Culture Psychology Exam Study Guide
Culture Psychology Exam Study Guide PSY3301
U of M
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This 11 page Study Guide was uploaded by Cassie Ng on Monday March 7, 2016. The Study Guide belongs to PSY3301 at University of Minnesota taught by Lauren Mitchell in Spring 2016. Since its upload, it has received 90 views. For similar materials see Introduction to Cultural Psychology in Psychlogy at University of Minnesota.
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Date Created: 03/07/16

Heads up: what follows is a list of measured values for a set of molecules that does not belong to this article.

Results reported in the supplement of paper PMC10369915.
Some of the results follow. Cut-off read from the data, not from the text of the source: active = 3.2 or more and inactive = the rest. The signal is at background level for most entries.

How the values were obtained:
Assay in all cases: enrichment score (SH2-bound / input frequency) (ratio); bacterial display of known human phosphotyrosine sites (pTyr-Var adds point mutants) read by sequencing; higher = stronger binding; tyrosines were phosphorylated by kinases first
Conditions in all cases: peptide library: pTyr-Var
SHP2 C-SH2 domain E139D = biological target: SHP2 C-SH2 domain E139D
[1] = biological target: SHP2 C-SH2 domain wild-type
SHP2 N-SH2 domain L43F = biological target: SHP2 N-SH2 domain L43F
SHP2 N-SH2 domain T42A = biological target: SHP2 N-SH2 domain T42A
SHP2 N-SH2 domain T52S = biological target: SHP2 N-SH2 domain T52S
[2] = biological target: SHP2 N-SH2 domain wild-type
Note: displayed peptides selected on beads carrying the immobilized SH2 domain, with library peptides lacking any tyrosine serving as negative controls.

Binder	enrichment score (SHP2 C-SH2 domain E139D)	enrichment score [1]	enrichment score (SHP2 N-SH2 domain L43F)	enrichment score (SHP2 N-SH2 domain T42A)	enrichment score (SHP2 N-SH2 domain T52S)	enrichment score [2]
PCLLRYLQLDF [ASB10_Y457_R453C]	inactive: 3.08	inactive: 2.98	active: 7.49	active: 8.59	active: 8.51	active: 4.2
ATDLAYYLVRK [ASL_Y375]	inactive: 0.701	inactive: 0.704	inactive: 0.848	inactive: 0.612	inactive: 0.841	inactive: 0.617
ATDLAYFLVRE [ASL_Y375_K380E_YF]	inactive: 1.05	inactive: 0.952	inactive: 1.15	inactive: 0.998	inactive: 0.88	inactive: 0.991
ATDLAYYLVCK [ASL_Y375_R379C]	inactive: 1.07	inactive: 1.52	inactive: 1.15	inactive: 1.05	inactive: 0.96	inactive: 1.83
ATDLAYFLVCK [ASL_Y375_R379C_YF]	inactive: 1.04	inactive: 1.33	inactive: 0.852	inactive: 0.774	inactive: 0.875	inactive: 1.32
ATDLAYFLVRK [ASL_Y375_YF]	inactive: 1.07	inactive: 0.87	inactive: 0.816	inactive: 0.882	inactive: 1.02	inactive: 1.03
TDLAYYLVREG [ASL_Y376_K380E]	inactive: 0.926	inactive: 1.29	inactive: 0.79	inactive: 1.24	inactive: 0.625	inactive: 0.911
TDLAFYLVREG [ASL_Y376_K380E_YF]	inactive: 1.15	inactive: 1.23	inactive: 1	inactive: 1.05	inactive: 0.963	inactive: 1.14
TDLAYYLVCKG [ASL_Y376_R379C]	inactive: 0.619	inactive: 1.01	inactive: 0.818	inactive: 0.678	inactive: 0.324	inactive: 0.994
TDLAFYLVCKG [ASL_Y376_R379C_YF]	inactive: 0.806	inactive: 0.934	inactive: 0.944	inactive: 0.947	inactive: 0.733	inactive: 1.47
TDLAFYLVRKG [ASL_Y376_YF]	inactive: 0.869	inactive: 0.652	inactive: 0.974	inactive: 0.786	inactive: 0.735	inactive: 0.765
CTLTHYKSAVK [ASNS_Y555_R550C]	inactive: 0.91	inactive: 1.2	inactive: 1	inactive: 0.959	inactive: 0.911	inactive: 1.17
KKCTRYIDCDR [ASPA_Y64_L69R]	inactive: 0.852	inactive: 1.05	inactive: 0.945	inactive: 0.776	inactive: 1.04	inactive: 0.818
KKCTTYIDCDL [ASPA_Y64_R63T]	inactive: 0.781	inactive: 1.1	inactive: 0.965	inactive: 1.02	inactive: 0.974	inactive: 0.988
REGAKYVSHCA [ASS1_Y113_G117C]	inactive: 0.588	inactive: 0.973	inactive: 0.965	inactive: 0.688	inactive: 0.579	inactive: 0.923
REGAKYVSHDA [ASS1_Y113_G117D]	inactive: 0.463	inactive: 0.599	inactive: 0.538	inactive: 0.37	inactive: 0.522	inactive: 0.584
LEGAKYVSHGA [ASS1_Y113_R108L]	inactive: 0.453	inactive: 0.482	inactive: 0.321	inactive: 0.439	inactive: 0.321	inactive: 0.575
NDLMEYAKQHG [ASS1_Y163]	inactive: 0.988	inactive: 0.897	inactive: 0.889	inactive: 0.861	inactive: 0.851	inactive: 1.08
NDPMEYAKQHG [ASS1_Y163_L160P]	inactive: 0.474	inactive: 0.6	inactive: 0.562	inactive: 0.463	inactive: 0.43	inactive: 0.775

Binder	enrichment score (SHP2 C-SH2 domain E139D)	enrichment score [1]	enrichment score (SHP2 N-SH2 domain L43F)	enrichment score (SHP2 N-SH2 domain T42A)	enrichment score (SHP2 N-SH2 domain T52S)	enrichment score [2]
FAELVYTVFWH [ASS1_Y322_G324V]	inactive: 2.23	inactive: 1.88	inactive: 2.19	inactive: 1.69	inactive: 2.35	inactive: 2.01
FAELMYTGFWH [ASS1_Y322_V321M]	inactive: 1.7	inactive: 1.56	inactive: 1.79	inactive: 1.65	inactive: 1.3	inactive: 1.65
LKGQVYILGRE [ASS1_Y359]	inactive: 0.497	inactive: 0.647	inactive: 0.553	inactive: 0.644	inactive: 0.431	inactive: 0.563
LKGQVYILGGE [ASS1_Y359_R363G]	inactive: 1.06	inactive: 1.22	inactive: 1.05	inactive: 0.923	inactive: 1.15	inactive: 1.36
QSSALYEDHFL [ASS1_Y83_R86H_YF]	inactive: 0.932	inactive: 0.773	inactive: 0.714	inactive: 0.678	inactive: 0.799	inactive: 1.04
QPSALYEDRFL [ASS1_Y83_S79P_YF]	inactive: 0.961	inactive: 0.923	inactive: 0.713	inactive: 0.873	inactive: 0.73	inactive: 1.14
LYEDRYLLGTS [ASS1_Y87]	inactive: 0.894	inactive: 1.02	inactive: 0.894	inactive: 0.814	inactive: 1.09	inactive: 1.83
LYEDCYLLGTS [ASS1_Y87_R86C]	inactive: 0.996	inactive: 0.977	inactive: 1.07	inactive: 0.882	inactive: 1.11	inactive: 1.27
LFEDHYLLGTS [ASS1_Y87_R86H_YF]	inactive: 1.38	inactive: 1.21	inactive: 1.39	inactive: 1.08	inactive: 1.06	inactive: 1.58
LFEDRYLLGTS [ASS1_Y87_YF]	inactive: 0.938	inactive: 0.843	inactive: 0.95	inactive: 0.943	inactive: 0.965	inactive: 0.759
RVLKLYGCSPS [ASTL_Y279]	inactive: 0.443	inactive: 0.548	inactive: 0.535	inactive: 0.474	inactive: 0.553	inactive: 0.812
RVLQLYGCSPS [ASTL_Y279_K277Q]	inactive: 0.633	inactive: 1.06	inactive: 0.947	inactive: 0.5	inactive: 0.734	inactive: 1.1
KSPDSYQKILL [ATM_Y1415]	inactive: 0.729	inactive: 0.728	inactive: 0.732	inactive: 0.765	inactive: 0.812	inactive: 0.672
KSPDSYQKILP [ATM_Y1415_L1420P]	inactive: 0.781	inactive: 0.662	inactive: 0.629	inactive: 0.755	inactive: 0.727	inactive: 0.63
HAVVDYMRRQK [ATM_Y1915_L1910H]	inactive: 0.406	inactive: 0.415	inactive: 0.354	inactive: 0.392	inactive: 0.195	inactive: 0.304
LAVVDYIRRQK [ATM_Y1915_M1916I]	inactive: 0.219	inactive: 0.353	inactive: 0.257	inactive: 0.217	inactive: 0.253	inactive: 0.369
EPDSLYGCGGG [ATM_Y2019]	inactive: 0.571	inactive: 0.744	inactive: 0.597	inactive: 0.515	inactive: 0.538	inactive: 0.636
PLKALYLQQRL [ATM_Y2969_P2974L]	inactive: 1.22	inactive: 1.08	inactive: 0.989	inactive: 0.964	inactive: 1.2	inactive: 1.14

PSYCHOLOGY 3301 • Spring 2016 Midterm Study Guide OVERVIEW OF EXAMS General Information This and subsequent exams will begin at 4PM. This midterm will be 40 questions, and it will be in a multiple choice (scantron) format. You will have until 5:15PM to complete the exam unless other arrangements have been made. Important Notes You will be tested on material from both lecture and required readings. You should be able to recall the main points and/or finding(s) of the readings but not small details. You will NOT be tested on the optional articles. All the others are fair game. From timetotime during lectures, I have noted when it would be wise to review a certain topic – those items will most likely be on the exam. STUDY GUIDE BY TOPIC Theories & Methods How did we define culture for this class? Belief systems and value orientations that influence customs, norms, practices, social institutions and psychological processes. System of shared meaning. Characteristics of culture: fluid and stable, shared by groups but also carried out by individuals, variable across and within groups Why are psychologists so resistant to studying cultural variation in psychology? Goals: Want to understand human behavior (Look at the environment, not just the individuals) Know definitions, examples, general orientation, and theoretical perspective of relativism, universalism, and absolutism. Refer to the Adamopoulous and Lonner (1994). Absolutism: Assume that there is an underlying common ‘true’ nature to all human beings that can be identified, described, and used to explain the products of their activity . Assumes that human behavior only exist and function within a given sociocultural environment . This approach favors laboratory studies that minimize context and are low in realism Relativism . It is better to be more appropriate to concentrate on describing human beings as they exist and function within their sociocultural environment . Focusing primarily on the context . It assumes humans seek meaning and construct, rather than discover, reality Universalism . Recognize the importance of cultural context, but also assumes there is some ‘universal’ behavior; Universalism try to attempts to balance these 2 perspectives . This theory assumes that it should be possible to establish broad commonalities in human nature that reflect a deeper reality than the scientists’ own conceptual categories If a hypothetical study is presented, be prepared to know which of the above theories (i.e., relativism, universalism, and absolutism) is being used. Group quiz: PSYCHOLOGY 3301 • Spring 2016 Midterm Study Guide 1. True or false: Culture is very rigid and hardly ever changes. FALSE 2. Lauren defines ________ as “systems of shared meaning.” CULTURE 3. What is the only way to get extra credit in this course? GROUP QUIZZES 4. Race, ethnicity, and gender are all examples of cultural dimensions. List three more from this slide. SEXUAL ORIENTATION, SES, RELIGION, POLITICS, ABILITY, IMMIGRATION STATUS 5. Which of the three perspectives from Adamopoulos & Lonner involves treating cultural variables as noise to be eliminated from research? ABSOLUTISM 6. Albert (1988) identified five reasons why we don’t study culture more often. List one. REDUCTIONISTIC SCIENCE, LACK OF CULTURAL CONTACT, FEAR OF REINFORCING STEREOTYPES, REJECTION OF AMERICAN GOAL OF ASSIMILATION, DOMINANT POWER OF US 7. A common, foodrelated metaphor for American assimilation is the ______. MELTING POT 8. In this class, you need to write _____ journal entries or service learning reflections. They are worth _____ points each. 10; 7 9. Which form of psychology focuses on comparing behavioral phenomena across cultures? CROSS CULTURAL PSYCHOLOGY 10. A problem with crosscultural research is that “cultural differences” thought to underlie observed group differences are often not _______. MEASURED What are the advantages of conducting crosscultural research? Cultural research? What are challenges or shortcomings? Challenges for studying culture: . Sampling & recruitment: Representativeness, Access Convenience samples vs. representative samples, e.g: College students Challenges for conducting crosscultural research . Non categorical variables ( too many categories, e.g: Too many race) Advantages: . Crosscultural Etic (more diverse to every culture) Universalist Quantitative Nomothetic (large results, little bit of data from each of them) (surface level: from a lot of people) . Cultural Emic (more specific to one culture) Relativist Qualitative (Very valuable) Idiographic (Take a lot of data from a few amount of people) Understand the concepts of etic and emic. Etic: looking for universals across cultures. Crosscultural, universalist, generalizability is a concern Emic: trying to understand psychological phenomena specific to a culture. Cultural relativism. Often qualitative methods, idiographic. Hypotheses may be generated during research process. Especially useful when there aren’t preexisting theories or farmworkers or data. E.g: Apple & oranges . Etic: weight, size, thickness of skin, price. ‘Apples are lighter than oranges’ .Emic: flavor, texture. ‘Apple are more.. aplley than oranges?’ PSYCHOLOGY 3301 • Spring 2016 Midterm Study Guide What type of methodology (e.g., quantitative, qualitative) is associated with etic, emic, etc.? Quantitative: Etic Qualitative: Emic Who are typical research participants? Are they representative of the general population? College students Confounding variables: e.g: library & nonstudents (many were also homeless) Representative of nonstudents: can easily recruit minority participants from community clinics, but they will have more psychological disorders than the regular population If a hypothetical study is presented, be prepared to know which of the above methods/methodological approaches is being used. What is mixed methods research? What are the strengths & weaknesses of quantitative, qualitative, and mixed approaches? Mixed methods research: mix with Quantitative & Qualitative Research Qualitative: Deals with descriptions (Colors, textures, smells, taste etc) . Data can be observed but not measured Quantitative: Deals with numbers (length, height, area, volume, weight etc) . Data which can be measured What were Betancourt and Lopez’s main points/critiques? (readings) Independence & interdependence – is something we can measure about a culture, that might help explain differences. Has gotten a lot of research attention. Self & Identity When can we first identify a sense of self in children? How? Develops by about age of 2 Requires social interaction to develop Continuity over space & time Research shows that human infants are capable of recognizing themselves in a mirror between the ages of about 18 to 24 months. This research involves putting a colored dot on the infant’s nose and then placing a mirror in front of the infant. If the infant touches the spot on its own nose, this is taken as a sign of selfrecognition Be familiar with independent selfconstrual vs. interdependent selfconstrual, particularly in terms of important features, the role of others, and the basis of one’s selfesteem. Independent: Bounded and autonomous self Emphasize uniqueness, separateness, individuality Self has meaning through personal, internal attributes Socialization seeks to foster independence Squeaky wheel gets the grease – standing out is a virtue Interdependence Connections between self and others Emphasize context and environment Self has meaning through social relationships & roles PSYCHOLOGY 3301 • Spring 2016 Midterm Study Guide Socialization seeks to foster connection and interrelatedness Nail that sticks out is hammered down – sticking out is frowned on Know collectivism/individualism and how they relate to the two types of selfconstruals. o What level of analysis (individual vs. societal) is implied when cultural psychologists refer to collectivism/individualism? How about independent/interdependent selfconstrual? Individuals (More focus on oneself) (Individual) Collectivism (More focus on relationship) (Societal) Independent and interdependent selfconstrual individuals are seen in what types of cultures (Eastern vs. Western, individualism vs. collectivism)? East Asian are usually more collectivistic than Americans A problem with the way it’s usually done is we assume because someone is from East Asia, they have interdependent selfconstruals. Not bothering to measure the correct underlying variable. Just because Japan was once highly collectivistic doesn’t mean any sample of Japanese people will be highly interdependent and not independent. Be familiar with Erikson’s theory of psychosocial development. In what stage does identity work happen? Identity development means figuring out who you are Marcia expanded Erikson’s work and came up with the identity status model. What are components of the typology? How do exploration and commitment work for each status? Moratorium (Still trying to figure) Foreclosure (Decided even before we try to figure or try new things) Diffusion (Have not try anything yet) PSYCHOLOGY 3301 • Spring 2016 Midterm Study Guide What is ethnic identity? How does Phinney’s model map on to Marcia’s model of identity? How might ethnic identity impact mental health? One’s selflabel Affective components: feelings of belonging, attitudes toward group Cognitive components: knowledge about group, understanding of implications of ethnicity for oneself Ethnic Identity has become more important as globalization increases What are selfdefining and microgenetic life story narratives? Life story narratives (can be one event, or whole life story) Selfdefining: highly emotional, frequently thought about, considered very important Microgenetic: Through relevant to the question, not a major impact on your identity, but lots of thee can be add up over time. E.g: small events everyday, over time, there might be a lot of events What are examples of structure, content, and meaning in narratives? Structure: first or third person, past or present tense, beginning, middle, end Content: what the story is about – family, friends, career decisions. Emotional tone – flat or lots of emotional language like “excited” “infuriated” “so, so happy” Meaning: lessons the author learns, where they see it fitting in the broader sweep of their life What story themes did Syed & Azmitia identify in their study of times when students felt aware of their race/ethnicity? Experience of prejudice: Racist, derogatory remarks, social exclusion, behavioral discrimination Awareness of difference: realization of ethnicity, awareness of privilege, marginality, lack of belonging, ethnicity is more than skin color Awareness of underrepresentation: Was in the minority, was in the majority Connection to culture: Appreciating culture, involvement in cultural practices, feeling accepted, “being home” Which racial/ethnic groups tended to tell which types of stories? Asian Americans and Latinos had many experience of prejudice stories, but Asian American’s tended to be more social exclusion: being picked on for “being weak” whereas Latinos – hostile comments or racist behavior. Mixedethnicity participants’ stories of awareness of difference tended to be about realizing their ethnicity – first time they became aware of having more than one ethnic background. White students’ awareness of difference stories tended to be about becoming aware of privilege, and realizing ethnicity has deeper meaning than skin color. Both related to less stereotypic/racist beliefs. PSYCHOLOGY 3301 • Spring 2016 Midterm Study Guide Language What is the SapirWhorf Hypothesis? Language influences cognition Linguistic difference between cultures are associated with cultural differences in thinking Based on the empirical studies presented in lecture, what do we know about the extent to which cultures differ in color perception? When faced with difficult discriminatory task, people unconsciously look for another means of deciding, in this case by using the color naming strategy English speakers were found to be less accurate in this colorperception task, in that they showed biased toward grouping colors according to the words green and blue. That is, objectively, C is the most different from A and B (in other words, B is closer to A than to C) (CLICK FOR CIRCLE), however, an English speaker often would identify A as the most different from the other two and describe BC as the closest pairing. The Tarahumara speakers were more accurate because they more often made their choice based on similarity in hue. They did not have a word to distinguish between green and blue. One word: siyoname. On the other hand, the English speakers were making judgments based on the categories of color (green and blue). Describe the findings from the study on Spanish and German speakers and their associations with “key” and “bridge.” What can this tell us about language and culture? Language expresses and creates cultural reality: words reflect individuals’ attitudes and beliefs, and also those of others. One of the forms of shared meaning that culture can take. Perhaps language is not a causal variable in the strict sense, but one that intersects with and bears a mutual influential relation with culture. In other words, there is a cyclical relationship between culture and communication. On one hand, culture influences the structure and functional use of language. But on the other hand, language can also be used to maintain and reinforce that culture. Know the basic history of Nicaraguan Sign Language. Children is the one who create and develop the language Changes in grammar appear first in children, spread to adolescents, but not adults Most fluent signers are the youngest, most recent learners Preadolescent sensitive period for language acquisition What is linguistic imperialism? Introducing ASL (American Sign Language) to populations of deaf people in other countries, supplanting existing local sign languages Which sector of the Nicaraguan Sign Language population was driving new changes to the language? New schools in the capital – enrollment in the hundreds, enough for a community & culture to develop Meeting at a young age, 45 years old, many years of contact Multiple cohorts together – children and adolescents and adults Students continued contact outside school hours, teenagers getting together on weekends Language shapes, and is shaped by culture – the context of hanging out allowed language to emerge, but also having a language made it more interesting to hang out! Be familiar with Barna’s barriers to intercultural communication. Sensitizing persons to the kinds of things that need to be taken into account, instead of developing PSYCHOLOGY 3301 • Spring 2016 Midterm Study Guide behavior and attitude stereotypes. Individual differences in each encounter, changes occur regularly, making research information obsolete. EX: Young adults who don’t go to college on average have children earlier. One factor to take into account when talking to a nonstudent might be considering whether they are a parent. Something to consider for college students, too! (Understanding assumptions and values.) Development Be familiar with Bronfrenbrenner’s Ecological systems theory. What do the different levels refer to? Individual: sex, age, health, etc. Microsystem: family, school, peers, neighborhood play area, health services Mesosystem: interactions among them Exosystem: neighbors, family friends, mass media, social welfare services, legal services Macrosystem: attitudes & ideologies of the culture. EX: power distance. WHAT IS POWER DISTANCE – FROM HALBERSTADT & LOZADA? Accept and expect inequality in status relationships – obedience, authority, rulefollowing – or equality across statuses, democracy, more discussion & permeability across hierarchies. How might different levels of power distance shape child development? Topdown conversations vs. turntaking. Chronosystem: time Define and be able to identify examples of socialization, zone of proximal development, and scaffolding. Socialization . Teaching children what emotions are appropriate, how to express them in socially acceptable ways, what emotions mean; getting them ready to interacting with others in the society Zone of proximal development . We assume that infants can’t control their emotions. Their ZPD is nonexistent – there is nothing that is close to within their grasp, so we don’t try to teach them. As they get older, we use strategies like counting & breathing to manage frustration, selftalk to manage fear, etc. We start typically in early toddlerhood, because our cultural belief is that this is the right time for children to start managing their emotions. . Abilities that are very close to the child, they only need a little bit of help, assistance to be successful) Scaffolding . Someone like brother giving a bit of help to the child to reach the goal to do things) What are deficiency models? Why are they problematic? Assumptions that minority families provide a poorer, deficient environment means that researchers only look at variables like aggression, delinquency, attention deficits, etc. and rarely study things like resiliency and emotional development. Problematic: Growing movement to work from the assumption that cultures and lifestyles different from white middleclass mainstream are not pathological, deviant, or deficient, but legitimate and valuable in their own right. More nuanced: not one right way to do things, every way has strengths and weaknesses. Group quiz #2 1. Development includes patterns of change and _______ over time. STABILITY 2. A child’s parent having a conversation with the child’s pediatrician is an example of which level of Bronfenbrenner’s model? MESOSYSTEM PSYCHOLOGY 3301 • Spring 2016 Midterm Study Guide 3. A child is having trouble starting to draw a giraffe, so you say, “I’ll draw the head, and then you do the neck.” With this little nudge, she manages to draw the giraffe. This is an example of what Vygotskian process? ______ SCAFFOLDING 4. __________ models of minority development implicitly assume that cultures different from the mainstream White middleclass are pathological, deviant, or full of problems. DEFICIENCY 5. ___________ is the adoption of elements of one culture by members of a different culture, without permission, and removing or distorting their original meaning. APPROPRIATION 6. Judy Kegl made a point not to introduce ASL to the Nicaraguan deaf community because she was concerned about _______. LINGUISTIC IMPERIALISM. 7. Phinney identifies three possible ethnic identity statuses. Name them. UNEXAMINED, MORATORIUM, ACHIEVED 8. Syed and colleagues (2010) found four major themes in student’s narratives about times when they were aware of their race/ethnicity. Name one theme. EXPERIENCE OF PREJUDICE, AWARENESS OF DIFFERENCE, AWARENESS OF UNDERREPRESENTATION, CONNECTION TO CULTURE 9. We learned about a study in which Japanese and American preschoolers were asked not to peek at a wrapped gift for 3 minutes. The researchers used this method to compare the impulse control of these two groups. What kind of research is this? CROSSCULTURAL, ETIC 10. Markus and Kitayama (1991) suggest that people who have a sense of self that is closely connected to others, and who find their sense of meaning through social relationships and roles, have an _________ selfconstrual. INTERDEPENDENT Emotion Be able to tell the difference between the JamesLange and SchachterSinger theories of emotion. JamesLange Theory . Environment – Physiological arousal—Emotion . The autonomic nervous system creates physiological events such as muscular tension, a rise in heart rate, perspiration, and dryness of the mouth. Emotions, then, are feelings which come about as a result of these physiological changes, rather than being their cause. . E.g: You are walking down a dark alley late at night. You hear footsteps behind you and you begin to tremble, your heart beats faster, and your breathing deepens. You notice these physiological changes and interpret them as your body's preparation for a fearful situation. You then experience fear. SchachterSinger theory . Physical arousal – Cognitive Interpretation of environment – Emotion . An event causes physiological arousal first. You must then identify a reason for this arousal from the environment and then you are able to experience and label the emotion. . E.g: You are walking down a dark alley late at night. You hear footsteps behind you and you begin to tremble, your heart beats faster, and your breathing deepens. Upon noticing this arousal you realize that is comes from the fact that you are walking down a dark alley by yourself. This behavior is dangerous and therefore you feel the emotion of fear. Identify the seven “universal” emotions discovered by Ekman and colleagues. 1. Happiness 2. Surprise 3. Sadness 4. Anger 5. Disgust 6. Fear PSYCHOLOGY 3301 • Spring 2016 Midterm Study Guide 7. Contempt How were these emotions discovered? Ekman's infamous test of emotion recognition was the Pictures of Facial Affect (POFA) stimulus. It consisted of 110 black and white images of Caucasian actors portraying different emotions plus neutral expressions. Are there emotions that exist in some cultures but not others? Not culture specific High crosscultural agreement for six basic emotions – both in literate and illiterate cultures What are cultural display rules? Culturally prescribed rules that govern how, when, and where a person should express emotions, and how intensely. . Rules of social appropriateness . Learned early in life; automatic/ unconscious practice by adulthood How would you study them? Whites in the U.S. rate emotional expression in public as more appropriate than Latino Americans. Ekman & Friesen did a study with Japanese and White Americans. . People with independent selfconstrual experience more egofocused (such as pride, anger) than otherfocused emotions (such as shame or guilt). What were the main findings of Cohen and colleagues’ work on people from the North and South US? Male southerners were more physiologically aroused (as indicated by their testosterone level), and they gave stronger shocks to a different confederate. So this is another example of how individuals reared in different cultures may have a different emotional experience to the same situation. Stereotypes, Prejudice, and Racism What distinction does Tatum draw between prejudice and racism? Prejudice: preconceived judgment or opinion, based on limited information (believes) Racism: system of advantage based on race Review the McIntosh (1988) and Deutsch (2002) checklists. What are other examples of systematic oppression besides racism? Hetronormativity (sex) Ageism (talking down to old folks) Ableism (handicap) Sexism Classism Note: You are NOT responsible for the various statistics found in lecture slides that indicate the prevalence of racism (i.e., in the law, hiring, health care, etc.), but you are expected to know general patterns. There are more femal & more diverse races Understand the definitions of individual, institutional, and cultural racism, and recognize examples of PSYCHOLOGY 3301 • Spring 2016 Midterm Study Guide each. Individual . Can be chronic and can manifest at a more interpersonal level Institutional . Racism persists because a network of practices skew opportunities and life chances along racial lines. People of different races are assigned to different spaces and therefore allow grossly unequal access to . Blacks are sentenced to prison more frequently than Whites for the same conduct. Cultural racism . When one racial group enjoys the power to define cultural values and subsequently marginalize those that do not (have power) . Examples • Popular culture • Representation of racial minorities in media, magazines, distribution of toys, etc. • Ethnic themed parties on college campuses • Online dating sites What are microaggressions, and how might they be related to racial/ethnic minorities’ mental health? What is the relationship between racial discrimination and physical and mental health? Be familiar with the two approaches to coping with racism (approach vs. avoidance). What were the primary findings of Sohad Murrar’s study on minorities in the media? Gender Be familiar with the definitions and examples of sex, gender roles, gender identity, and gender expression. What are the differences between sex and gender? How does the intersection of race and gender help us to understand experiences with discrimination and gender role expectations and stereotypes? What is double jeopardy? Understand the universal gender stereotypes associated with men and women; see findings from the William and Best (1982, 1990) studies. What is sexual objectification? What is unwanted sexual attention (UWSA)/sexual harassment (SH), and when do young girls report experiencing UWSA/SH? Gender differences in reactions to UWSA/SH? Be generally familiar with the impact of SH in workplace. Sexuality What is gender assignment? Be able to define and identify examples of heteronormativity. What does intersex mean, and how is it different from transgender? What is the process of transitioning, and what are some examples of steps it might include? What is the difference between sexual orientation, and sexual orientation identity? Know the definitions for each of the examples of sexual orientation identities we discussed in class (gay man, lesbian, queer, etc.). Be familiar with the stages of the Cass model, primarily the beginning and ending stages. Also be able to explain the major critiques of the model we discussed. What health and wellbeing risks do LGBT individuals face as a result of heteronormativity? What is Minority Stress? What are examples of distal and proximal stressors? How do they fit into Minority Stress Theory? PSYCHOLOGY 3301 • Spring 2016 Midterm Study Guide Group Quiz #3: What is the term for negative stereotypes held about one’s own group? INTERNALIZED OPPRESSION Modern racism functions on three levels. Name ONE level. INDIVIDUAL, INSTITUTIONAL, CULTURAL A study by a Wisconsin graduate student revealed that watching a TV show portraying a wide range of characters from one minority group led to greater feelings of warmth toward that group. What group was it? ARABS or MUSLIMS The ____ _____ _____ portrays Asian Americans in a positive light, but research suggests that it can be harmful to Asian Americans. MODEL MINORITY MYTH What were the two styles of coping strategies we discussed, in relation to racial discrimination? APPROACH and AVOIDANCE Eagly defines _________ as shared expectations that apply to individuals on the basis of their socially identified sex. GENDER ROLES Gender ___________ is one’s sense of oneself as male, female, or transgender. IDENTITY Gender ________ includes behaviors, appearance, dress, and interests that communicate one’s gender to others. EXPRESSION ________ is the tendency to tune in to information that reinforces and supports preexisting notions or stereotypes. SELECTIVE ATTENTION Advertisements often _______ women, removing their human characteristics and value and separating her body from her humanity. OBJECTIFY Women of color face ___________, or a combination of racism and sexism that often leads to more frequent and severe harassment. DOUBLE JEOPARDY